Feeding the Beast

It's not just what you eat, but when you eat it.
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FEEDING THE BEAST

Many readers of FLEX may find this hard to believe, but some of the top-ranked bodybuilders in the world have a hard time eating. Eating six to eight meals a day can be tough if you don’t have the appetite. Some top experts like Neil Hill recommend cardio to stimulate the appetite. Researchers wanted to investigate whether carbohydrate or fat oxidation during exercise had an effect on acute compensatory post-exercise eating. The researchers tested the subjects in two conditions: an exercise condition and a non-exercise control condition following an overnight fast. The exercise condition involved 400kcal of cycling at around 70% of maximum heart rate, and the non-exercise condition involved a time-matched period of rest. There was a variable response to eating afer cardio with some of the subjects not feeling hungry while others increased post-exercise caloric consumption. When the researchers examined what made the subjects eat afer exercise, it was the amount of burned carbs that stimulated appetite. The researchers reported that carbohydrate oxidation and the rate of carbohydrate oxidation during the exercise phase of the exercise condition were positively associated with energy intake post-exercise, even afer controlling for fat-free mass or fat mass or body mass.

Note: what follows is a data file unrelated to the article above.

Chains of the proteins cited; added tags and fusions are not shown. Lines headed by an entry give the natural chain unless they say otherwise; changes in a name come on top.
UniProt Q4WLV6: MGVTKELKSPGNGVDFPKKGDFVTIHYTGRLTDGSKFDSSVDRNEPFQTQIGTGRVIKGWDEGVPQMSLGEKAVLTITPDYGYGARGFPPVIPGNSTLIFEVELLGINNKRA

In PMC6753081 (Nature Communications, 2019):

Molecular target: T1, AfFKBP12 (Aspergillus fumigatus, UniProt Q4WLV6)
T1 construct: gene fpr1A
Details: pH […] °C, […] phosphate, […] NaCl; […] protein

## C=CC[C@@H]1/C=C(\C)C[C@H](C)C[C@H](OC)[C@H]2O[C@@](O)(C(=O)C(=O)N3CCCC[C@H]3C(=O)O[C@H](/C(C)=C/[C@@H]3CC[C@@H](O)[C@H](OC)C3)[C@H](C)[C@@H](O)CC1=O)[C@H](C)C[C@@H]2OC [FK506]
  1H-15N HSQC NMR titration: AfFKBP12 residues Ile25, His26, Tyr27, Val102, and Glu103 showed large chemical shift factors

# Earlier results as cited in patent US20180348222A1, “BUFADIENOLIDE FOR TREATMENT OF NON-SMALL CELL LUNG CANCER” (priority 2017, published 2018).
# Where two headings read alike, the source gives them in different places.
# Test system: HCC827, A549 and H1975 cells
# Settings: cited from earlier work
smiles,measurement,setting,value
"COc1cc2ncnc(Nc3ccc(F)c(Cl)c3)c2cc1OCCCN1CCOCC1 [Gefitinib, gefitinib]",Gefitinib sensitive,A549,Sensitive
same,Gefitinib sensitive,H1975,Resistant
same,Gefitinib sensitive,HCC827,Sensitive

They also concluded that a greater proportion of carb oxidation rather than fat oxidation during exercise was associated with greater post-exercise energy intake. For bodybuilders looking to increase their appetite, it seems like cardio exercise at a moderate to high intensity (70% or greater) led to an increase in post-exercise feeding.  

IT’S NOT JUST WHAT YOU EAT, BUT WHEN YOU EAT IT

According to a new study, when researchers disrupted the normal eating patterns of mice, they became fat without eating additional calories. Mice normally sleep during the day and feed at night, but researchers disrupted the master gene clock for sleep and caused the reverse—mice would eat during the day and sleep at night, similar to nighttime bingeing in humans. Basically, they disrupted the brain to favor food consumption at the time of inappropriate intake. Interestingly, the mice became obese without increased calorie intake. When the researchers examined blood markers of fatty acids, levels of EPA and DHA (fish oils) were low in both plasma and in the hypothalamus at the time of inappropriate feeding. So how do you fix a “broken” fat clock?” The researchers found that eicosapentaenoic acid (EPA) and docosahexaenoic acid (DHA) were able to restore the hypothalamus to normal feeding patterns. The key finding is that EPA and DHA commonly found in fish can lead to long-term weight regulation and fat loss. - FLEX 

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